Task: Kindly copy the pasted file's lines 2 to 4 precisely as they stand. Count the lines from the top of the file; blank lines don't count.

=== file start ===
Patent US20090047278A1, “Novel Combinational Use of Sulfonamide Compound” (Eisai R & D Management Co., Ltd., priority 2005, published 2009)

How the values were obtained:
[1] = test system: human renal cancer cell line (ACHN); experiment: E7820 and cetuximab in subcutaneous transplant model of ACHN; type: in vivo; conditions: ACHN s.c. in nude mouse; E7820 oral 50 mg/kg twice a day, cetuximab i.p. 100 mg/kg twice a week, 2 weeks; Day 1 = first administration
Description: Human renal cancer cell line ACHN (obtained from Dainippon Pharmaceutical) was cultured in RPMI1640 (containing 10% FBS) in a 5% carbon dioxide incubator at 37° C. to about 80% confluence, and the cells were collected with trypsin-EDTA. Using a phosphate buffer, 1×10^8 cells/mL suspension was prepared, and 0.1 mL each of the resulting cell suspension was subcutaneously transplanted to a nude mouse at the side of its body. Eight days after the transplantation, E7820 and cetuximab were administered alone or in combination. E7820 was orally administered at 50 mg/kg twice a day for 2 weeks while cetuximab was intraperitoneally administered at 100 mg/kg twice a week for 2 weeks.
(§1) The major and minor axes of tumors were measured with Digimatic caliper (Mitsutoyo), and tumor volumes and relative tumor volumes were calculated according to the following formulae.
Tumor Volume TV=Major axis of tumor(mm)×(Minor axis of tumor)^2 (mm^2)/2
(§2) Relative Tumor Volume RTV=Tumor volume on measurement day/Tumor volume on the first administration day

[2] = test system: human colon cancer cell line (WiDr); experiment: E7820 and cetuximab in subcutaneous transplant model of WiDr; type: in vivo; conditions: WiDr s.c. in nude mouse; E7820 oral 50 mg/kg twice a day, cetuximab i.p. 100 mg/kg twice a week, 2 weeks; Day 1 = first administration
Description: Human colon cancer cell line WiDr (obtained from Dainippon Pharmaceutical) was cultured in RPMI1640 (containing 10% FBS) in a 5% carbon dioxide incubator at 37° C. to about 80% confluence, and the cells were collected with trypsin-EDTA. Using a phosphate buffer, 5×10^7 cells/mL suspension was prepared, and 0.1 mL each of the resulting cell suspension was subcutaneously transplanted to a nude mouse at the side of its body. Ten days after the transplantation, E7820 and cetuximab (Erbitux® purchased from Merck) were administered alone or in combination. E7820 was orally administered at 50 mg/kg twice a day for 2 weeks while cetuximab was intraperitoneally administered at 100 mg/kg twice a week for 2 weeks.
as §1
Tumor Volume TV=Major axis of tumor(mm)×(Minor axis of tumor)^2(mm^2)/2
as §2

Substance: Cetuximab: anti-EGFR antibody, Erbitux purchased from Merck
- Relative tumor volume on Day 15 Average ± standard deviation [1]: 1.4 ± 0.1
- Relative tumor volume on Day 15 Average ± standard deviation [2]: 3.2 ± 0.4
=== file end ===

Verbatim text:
How the values were obtained:
[1] = test system: human renal cancer cell line (ACHN); experiment: E7820 and cetuximab in subcutaneous transplant model of ACHN; type: in vivo; conditions: ACHN s.c. in nude mouse; E7820 oral 50 mg/kg twice a day, cetuximab i.p. 100 mg/kg twice a week, 2 weeks; Day 1 = first administration
Description: Human renal cancer cell line ACHN (obtained from Dainippon Pharmaceutical) was cultured in RPMI1640 (containing 10% FBS) in a 5% carbon dioxide incubator at 37° C. to about 80% confluence, and the cells were collected with trypsin-EDTA. Using a phosphate buffer, 1×10^8 cells/mL suspension was prepared, and 0.1 mL each of the resulting cell suspension was subcutaneously transplanted to a nude mouse at the side of its body. Eight days after the transplantation, E7820 and cetuximab were administered alone or in combination. E7820 was orally administered at 50 mg/kg twice a day for 2 weeks while cetuximab was intraperitoneally administered at 100 mg/kg twice a week for 2 weeks.